Another Way of Knowing
We must learn from those cultures that, rather than deplete ecosystems, presided over their enrichment.
by Russell Maier & Banayan Angway
Over the course of human history, certain societies have excelled far more than others at the art of green. Rather than depleting the ecosystems of which they were part, these societies steadily enriched them. Rather than moving on to new lands and resources, these cultures made a common home with the organisms around them. As they did so, these cultures got to know ever better the ecology in which they were immersed to develop a practical wisdom for maximizing their ecological integration. Today, as we strive to ensure that our modern enterprises are green, we have much to learn from the way these cultures knew their world. In fact, Banayan and I have come to see that integrating their way of knowing is a fundamental requisite to an ethic of green.
Four centuries ago, the first Europeans began to explore the Americas. From the 1490’s to the 1790’s, they found themselves in awe of the tremendous ecological diversity and abundance that they encountered. On the Pacific West Coast of North America, for example, the first Europeans documented rivers overflowing with salmon, forests teeming with game, trees of colossal size, and coastal shoals overflowing with marine life.
“…the country before us exhibited every thing that bounteous nature could be expected to draw into one point of view. As we had no reason to imagine that this country had ever been indebted for any of its decorations to the hand of man, I could not possibly believe that any uncultivated country had ever been discovered exhibiting so rich a picture.”
— Captain Vancouver’s observations of the Pacific Northwest Coast, May 2nd 1792 1
However, like other European explorers before them, their observations of human habitation were tainted. Just as as the mountains and thick forest restricted their routes, so too did the lens of European culture restrict their observation and appreciation of the societies they encountered (we’ll take a close look at this in our next chapter). Cultural bias aside, early explorers, simply did not realize that they were observing the remnants of great societies that had been completely devastated by disease. In some cases, the populations of these nations had been reduced by 90–95% by diseases that had swept the continent only a few years before2. Consequently, early explorers, and their colonists to follow, attributed the stunning ecological abundance to the power and potential of ‘nature’ — the land undisturbed and untainted by man’.3
However, through the meticulous work and perseverance of anthropologists over the last century, it is evident now that the Americas, shortly before the arrival of most European explorers, was home to hundreds of thriving independent nations and on the whole, tens of millions of people, if not hundreds of millions4. With the populations of some Mesoamerican cities in the hundreds of thousands, nations easily had the potential to exhaust the carrying capacities of local ecosystems5. Indeed, it is now widely recognized that these first nations had sophisticated gathering technologies, and had long attained the skills to over-fish, to over-hunt and over-cultivate the ecosystems around them6. They also had the destructive potential. War and raids, the taking of slaves and heads, the destruction of towns and cities were not uncommon occurrences.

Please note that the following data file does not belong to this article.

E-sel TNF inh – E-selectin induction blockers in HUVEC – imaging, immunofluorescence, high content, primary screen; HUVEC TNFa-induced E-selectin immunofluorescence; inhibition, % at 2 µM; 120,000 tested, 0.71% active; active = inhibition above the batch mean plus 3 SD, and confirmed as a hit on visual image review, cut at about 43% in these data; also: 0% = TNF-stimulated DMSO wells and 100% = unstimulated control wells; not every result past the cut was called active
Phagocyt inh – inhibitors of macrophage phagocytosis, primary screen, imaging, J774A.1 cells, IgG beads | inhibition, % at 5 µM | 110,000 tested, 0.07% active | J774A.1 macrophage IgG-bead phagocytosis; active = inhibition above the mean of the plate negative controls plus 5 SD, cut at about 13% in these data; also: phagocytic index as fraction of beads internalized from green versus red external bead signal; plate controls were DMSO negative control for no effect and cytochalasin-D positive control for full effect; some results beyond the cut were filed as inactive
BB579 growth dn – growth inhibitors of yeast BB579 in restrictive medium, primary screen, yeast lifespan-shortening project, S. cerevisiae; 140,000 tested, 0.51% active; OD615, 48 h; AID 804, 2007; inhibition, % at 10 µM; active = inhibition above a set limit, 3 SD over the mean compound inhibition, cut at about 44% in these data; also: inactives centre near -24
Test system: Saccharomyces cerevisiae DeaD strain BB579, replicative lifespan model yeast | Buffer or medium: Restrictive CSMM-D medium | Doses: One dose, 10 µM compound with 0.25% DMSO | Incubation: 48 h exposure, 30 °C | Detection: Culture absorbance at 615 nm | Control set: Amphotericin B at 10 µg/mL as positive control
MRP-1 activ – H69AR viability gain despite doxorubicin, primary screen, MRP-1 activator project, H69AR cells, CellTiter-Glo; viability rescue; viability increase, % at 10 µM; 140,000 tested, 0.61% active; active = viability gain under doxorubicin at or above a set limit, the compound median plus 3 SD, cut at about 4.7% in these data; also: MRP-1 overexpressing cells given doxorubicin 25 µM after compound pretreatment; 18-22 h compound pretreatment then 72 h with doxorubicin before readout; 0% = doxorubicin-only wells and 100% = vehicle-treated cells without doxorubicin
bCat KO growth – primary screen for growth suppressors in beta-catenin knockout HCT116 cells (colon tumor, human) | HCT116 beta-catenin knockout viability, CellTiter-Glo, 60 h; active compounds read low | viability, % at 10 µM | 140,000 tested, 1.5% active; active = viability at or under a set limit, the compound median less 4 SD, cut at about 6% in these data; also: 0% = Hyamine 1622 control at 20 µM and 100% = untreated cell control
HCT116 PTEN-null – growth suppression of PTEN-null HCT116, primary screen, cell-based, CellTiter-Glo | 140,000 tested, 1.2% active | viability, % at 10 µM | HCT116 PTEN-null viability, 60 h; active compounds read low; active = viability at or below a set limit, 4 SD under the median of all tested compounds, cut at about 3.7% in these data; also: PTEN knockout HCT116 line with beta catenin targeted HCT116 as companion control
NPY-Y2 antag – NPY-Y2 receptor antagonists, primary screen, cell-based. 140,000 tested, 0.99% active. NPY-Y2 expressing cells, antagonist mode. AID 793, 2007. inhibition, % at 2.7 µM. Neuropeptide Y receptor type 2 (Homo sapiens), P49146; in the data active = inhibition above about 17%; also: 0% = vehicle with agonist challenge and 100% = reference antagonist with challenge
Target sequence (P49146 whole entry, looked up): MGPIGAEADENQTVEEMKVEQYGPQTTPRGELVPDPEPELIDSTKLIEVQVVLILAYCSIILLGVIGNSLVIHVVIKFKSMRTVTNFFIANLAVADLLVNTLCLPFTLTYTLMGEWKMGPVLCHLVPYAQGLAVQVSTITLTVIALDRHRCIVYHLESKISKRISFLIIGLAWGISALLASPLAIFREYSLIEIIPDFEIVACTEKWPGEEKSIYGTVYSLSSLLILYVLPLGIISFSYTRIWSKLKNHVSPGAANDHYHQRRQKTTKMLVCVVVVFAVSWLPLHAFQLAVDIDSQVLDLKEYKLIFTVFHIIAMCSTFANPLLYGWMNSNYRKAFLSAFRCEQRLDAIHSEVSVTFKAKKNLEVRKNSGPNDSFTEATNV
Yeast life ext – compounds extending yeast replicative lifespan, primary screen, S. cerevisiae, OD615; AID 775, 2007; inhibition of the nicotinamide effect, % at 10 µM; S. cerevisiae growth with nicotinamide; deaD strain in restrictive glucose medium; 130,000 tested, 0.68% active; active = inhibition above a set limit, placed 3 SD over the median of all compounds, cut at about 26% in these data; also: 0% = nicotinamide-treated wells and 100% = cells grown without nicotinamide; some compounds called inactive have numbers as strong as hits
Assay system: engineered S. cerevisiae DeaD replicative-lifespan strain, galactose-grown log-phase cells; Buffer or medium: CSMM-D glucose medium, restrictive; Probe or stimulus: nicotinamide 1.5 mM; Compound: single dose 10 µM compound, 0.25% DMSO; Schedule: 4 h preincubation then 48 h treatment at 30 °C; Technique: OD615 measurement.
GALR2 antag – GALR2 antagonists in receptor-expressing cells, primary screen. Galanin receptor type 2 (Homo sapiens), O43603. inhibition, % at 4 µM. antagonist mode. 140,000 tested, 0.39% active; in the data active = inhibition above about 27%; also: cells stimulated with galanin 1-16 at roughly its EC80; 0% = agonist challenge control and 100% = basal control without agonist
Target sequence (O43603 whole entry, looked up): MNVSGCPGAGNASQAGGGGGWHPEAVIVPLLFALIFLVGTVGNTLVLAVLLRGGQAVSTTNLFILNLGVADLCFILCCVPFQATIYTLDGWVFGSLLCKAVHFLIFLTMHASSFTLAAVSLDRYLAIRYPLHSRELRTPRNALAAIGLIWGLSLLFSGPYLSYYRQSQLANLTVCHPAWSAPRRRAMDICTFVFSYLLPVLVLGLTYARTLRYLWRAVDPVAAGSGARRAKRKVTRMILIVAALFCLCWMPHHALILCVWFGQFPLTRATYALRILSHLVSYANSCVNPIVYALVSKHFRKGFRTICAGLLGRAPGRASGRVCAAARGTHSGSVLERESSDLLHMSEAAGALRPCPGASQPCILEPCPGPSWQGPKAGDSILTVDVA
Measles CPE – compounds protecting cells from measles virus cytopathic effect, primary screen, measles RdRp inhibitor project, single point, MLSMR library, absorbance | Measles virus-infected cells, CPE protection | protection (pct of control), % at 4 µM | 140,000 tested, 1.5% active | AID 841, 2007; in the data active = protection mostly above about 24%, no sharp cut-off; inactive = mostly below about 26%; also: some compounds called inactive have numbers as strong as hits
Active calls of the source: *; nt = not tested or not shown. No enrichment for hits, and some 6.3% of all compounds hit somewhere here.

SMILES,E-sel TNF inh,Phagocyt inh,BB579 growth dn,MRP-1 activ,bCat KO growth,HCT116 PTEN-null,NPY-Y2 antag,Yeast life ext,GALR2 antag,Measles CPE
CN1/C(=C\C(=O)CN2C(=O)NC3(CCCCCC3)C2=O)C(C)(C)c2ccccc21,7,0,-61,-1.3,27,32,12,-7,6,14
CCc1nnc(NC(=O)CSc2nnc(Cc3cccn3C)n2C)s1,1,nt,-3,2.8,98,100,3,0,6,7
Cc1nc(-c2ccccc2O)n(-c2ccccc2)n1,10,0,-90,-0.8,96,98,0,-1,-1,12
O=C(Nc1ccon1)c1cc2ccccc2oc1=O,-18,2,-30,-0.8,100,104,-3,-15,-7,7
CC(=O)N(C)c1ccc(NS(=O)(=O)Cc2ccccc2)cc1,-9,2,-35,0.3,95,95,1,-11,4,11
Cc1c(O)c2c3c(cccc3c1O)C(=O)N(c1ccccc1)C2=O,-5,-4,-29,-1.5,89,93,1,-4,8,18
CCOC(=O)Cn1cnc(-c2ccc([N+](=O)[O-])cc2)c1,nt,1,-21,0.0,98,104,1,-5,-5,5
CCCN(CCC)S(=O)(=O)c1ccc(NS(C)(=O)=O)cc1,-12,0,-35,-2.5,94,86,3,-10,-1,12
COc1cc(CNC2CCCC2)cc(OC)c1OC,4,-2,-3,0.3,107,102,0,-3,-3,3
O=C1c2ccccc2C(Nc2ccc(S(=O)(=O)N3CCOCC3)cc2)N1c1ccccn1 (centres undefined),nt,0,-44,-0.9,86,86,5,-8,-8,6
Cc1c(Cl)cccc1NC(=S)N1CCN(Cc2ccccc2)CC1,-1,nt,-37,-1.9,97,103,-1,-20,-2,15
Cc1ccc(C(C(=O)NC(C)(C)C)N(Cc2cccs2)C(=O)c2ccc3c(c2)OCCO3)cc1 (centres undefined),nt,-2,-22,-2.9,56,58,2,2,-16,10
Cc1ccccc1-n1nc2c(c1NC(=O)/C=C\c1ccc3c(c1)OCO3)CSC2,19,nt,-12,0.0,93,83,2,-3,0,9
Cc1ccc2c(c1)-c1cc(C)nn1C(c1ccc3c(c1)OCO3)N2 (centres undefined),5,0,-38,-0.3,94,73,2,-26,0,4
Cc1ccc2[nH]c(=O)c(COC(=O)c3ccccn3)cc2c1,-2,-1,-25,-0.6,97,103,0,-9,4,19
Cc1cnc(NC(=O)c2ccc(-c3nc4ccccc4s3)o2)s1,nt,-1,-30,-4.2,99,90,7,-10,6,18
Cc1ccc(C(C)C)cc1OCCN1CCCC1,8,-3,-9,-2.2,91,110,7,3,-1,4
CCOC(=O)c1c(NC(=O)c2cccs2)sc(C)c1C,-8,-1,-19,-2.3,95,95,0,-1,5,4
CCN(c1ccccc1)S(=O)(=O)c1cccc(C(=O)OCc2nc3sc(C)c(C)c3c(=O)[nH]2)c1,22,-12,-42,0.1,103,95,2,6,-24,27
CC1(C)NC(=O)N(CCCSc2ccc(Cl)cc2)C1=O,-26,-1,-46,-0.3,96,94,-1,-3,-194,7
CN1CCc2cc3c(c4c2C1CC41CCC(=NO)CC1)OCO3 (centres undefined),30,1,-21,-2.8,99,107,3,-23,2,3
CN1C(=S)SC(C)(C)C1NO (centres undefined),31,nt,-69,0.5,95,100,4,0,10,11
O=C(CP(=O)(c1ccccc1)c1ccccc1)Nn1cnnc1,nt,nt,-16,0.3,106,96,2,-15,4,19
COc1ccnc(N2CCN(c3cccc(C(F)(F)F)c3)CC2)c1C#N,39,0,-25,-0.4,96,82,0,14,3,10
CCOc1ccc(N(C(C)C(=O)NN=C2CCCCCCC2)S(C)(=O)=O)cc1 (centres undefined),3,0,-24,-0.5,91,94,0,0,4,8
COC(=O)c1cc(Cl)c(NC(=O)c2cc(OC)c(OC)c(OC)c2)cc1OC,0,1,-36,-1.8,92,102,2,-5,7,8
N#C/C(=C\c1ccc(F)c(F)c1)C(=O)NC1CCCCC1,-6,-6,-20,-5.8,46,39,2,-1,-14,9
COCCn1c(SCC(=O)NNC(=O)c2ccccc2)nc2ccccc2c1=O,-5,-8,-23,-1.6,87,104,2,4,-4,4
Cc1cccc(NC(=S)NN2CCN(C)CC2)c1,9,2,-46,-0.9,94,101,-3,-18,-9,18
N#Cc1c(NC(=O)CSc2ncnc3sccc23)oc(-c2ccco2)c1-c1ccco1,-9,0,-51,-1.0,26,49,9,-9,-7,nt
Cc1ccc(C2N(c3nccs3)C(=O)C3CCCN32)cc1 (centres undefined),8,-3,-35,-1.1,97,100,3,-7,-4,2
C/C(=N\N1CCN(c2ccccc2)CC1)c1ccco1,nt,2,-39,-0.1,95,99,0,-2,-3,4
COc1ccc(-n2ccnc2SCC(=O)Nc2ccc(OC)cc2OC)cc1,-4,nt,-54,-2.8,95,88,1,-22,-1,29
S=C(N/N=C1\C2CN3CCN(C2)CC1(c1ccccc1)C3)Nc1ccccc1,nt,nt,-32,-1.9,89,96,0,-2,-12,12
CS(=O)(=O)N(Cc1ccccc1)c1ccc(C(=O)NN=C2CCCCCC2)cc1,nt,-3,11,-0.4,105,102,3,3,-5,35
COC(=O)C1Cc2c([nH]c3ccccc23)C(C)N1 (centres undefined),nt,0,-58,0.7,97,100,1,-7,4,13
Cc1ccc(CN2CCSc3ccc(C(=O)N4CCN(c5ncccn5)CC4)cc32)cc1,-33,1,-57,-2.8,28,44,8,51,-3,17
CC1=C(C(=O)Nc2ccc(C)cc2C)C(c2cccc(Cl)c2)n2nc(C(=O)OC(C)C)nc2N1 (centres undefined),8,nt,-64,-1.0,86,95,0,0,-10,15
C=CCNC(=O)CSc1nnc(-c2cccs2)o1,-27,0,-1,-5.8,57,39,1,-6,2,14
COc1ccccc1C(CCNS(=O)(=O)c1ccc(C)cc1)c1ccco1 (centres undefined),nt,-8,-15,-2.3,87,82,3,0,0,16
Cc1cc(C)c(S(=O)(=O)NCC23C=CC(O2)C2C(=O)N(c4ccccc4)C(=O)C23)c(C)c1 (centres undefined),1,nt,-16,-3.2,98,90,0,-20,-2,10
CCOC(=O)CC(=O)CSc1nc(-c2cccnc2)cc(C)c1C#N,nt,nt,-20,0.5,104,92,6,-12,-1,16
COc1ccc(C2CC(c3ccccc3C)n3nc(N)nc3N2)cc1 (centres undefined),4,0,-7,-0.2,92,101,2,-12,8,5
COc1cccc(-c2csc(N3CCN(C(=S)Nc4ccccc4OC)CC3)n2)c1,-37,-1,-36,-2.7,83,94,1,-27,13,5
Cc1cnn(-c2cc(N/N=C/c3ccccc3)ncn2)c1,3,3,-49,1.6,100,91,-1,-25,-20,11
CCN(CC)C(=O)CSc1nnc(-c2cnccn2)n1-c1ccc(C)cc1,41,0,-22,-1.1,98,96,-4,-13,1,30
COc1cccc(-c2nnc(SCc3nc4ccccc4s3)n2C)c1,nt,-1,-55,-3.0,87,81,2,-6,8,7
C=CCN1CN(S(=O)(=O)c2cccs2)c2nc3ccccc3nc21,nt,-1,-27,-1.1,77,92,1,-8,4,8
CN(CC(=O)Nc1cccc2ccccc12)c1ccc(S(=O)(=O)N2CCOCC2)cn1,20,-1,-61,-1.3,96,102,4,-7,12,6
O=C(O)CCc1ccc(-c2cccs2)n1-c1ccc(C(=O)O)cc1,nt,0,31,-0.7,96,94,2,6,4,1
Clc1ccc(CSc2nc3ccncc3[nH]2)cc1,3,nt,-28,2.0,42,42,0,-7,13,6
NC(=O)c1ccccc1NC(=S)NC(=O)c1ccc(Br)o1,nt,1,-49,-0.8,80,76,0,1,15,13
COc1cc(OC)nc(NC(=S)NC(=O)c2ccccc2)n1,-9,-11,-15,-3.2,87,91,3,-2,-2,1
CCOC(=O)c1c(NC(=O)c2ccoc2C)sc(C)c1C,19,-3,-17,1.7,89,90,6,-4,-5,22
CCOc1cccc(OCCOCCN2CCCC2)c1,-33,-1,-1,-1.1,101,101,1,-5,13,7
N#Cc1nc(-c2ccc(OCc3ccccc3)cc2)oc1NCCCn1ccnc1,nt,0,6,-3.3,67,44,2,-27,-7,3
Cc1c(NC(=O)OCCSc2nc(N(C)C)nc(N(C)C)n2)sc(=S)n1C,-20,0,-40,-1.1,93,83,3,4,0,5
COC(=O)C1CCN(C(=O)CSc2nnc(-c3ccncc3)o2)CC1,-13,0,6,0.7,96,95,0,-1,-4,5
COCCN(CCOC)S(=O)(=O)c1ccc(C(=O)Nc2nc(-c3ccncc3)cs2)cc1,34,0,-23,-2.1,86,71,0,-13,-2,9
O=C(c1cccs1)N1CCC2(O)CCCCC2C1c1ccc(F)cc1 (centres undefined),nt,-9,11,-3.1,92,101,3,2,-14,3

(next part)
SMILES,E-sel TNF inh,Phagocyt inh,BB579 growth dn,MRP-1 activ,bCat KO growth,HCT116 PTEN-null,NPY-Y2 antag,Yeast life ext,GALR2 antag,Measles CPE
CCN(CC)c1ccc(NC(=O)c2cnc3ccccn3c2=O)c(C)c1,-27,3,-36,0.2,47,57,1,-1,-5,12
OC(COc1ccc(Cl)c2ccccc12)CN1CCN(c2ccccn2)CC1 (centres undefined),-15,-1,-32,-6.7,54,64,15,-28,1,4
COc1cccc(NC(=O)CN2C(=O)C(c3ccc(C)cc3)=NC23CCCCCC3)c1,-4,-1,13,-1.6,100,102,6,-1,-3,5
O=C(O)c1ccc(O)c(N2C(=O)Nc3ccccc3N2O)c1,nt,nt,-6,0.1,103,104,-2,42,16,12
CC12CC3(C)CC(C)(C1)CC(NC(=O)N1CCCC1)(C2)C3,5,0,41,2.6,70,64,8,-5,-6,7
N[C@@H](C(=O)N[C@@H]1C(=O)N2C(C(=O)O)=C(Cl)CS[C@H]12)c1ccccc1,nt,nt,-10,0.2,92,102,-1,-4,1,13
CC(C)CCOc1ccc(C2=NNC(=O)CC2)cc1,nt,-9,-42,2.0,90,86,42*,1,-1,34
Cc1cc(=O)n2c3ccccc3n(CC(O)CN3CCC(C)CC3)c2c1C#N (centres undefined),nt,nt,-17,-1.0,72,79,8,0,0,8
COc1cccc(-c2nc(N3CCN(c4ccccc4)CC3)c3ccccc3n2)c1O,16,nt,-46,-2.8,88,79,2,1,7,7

But despite their technology, population and destructive-capacity, over-consumption and ecological exploitation did not occur.
In fact, quite the opposite.
Today it is becoming increasingly clear that the startling ecological vitality of the time was not due to a lack of indigenous population, skill or technology. Rather it was a consequence of it — the culmination of centuries of mindful and masterful human ecological integration. Modern research shows that these fields and forests7, shoals8 and shores9 once presided over by various first nations, are today demonstrably more verdant, productive and biodiverse than adjacent, “natural”, or un-managed ecosystems10.
Interestingly enough, despite the vast disparities of politics, beliefs and identity among these first nations11, they nonetheless shared a consistent fundamental view of the world. Much as the various European colonial nations shared certain fundamental precepts (such as Greco-Roman myths and metaphysics) so too did the network of first nations spread out across the continent three hundred years ago12. In a similar way, first nations held their own underlying myths and metaphysics. In particular, a view of the world in which humans, animals and plants were all members of a common family.
Quite unlike the lens of ‘nature’ by the explorers and colonist saw the land, the first nation view of the world had no notion of man’s separateness or superiority. Instead, these first nation cultures saw the plants and animals around them, quite literally as kin — a community of beings that share ancestry and origins.13 As such, they saw themselves, like plants and animals, as an equally integral part of the life and place within which they live.
This ‘kincentric’ world view14, enabled a wholly different way of ecological knowing than we are accustomed to in our modern society that inherit so much of the colonial culture that came to dominate the continents.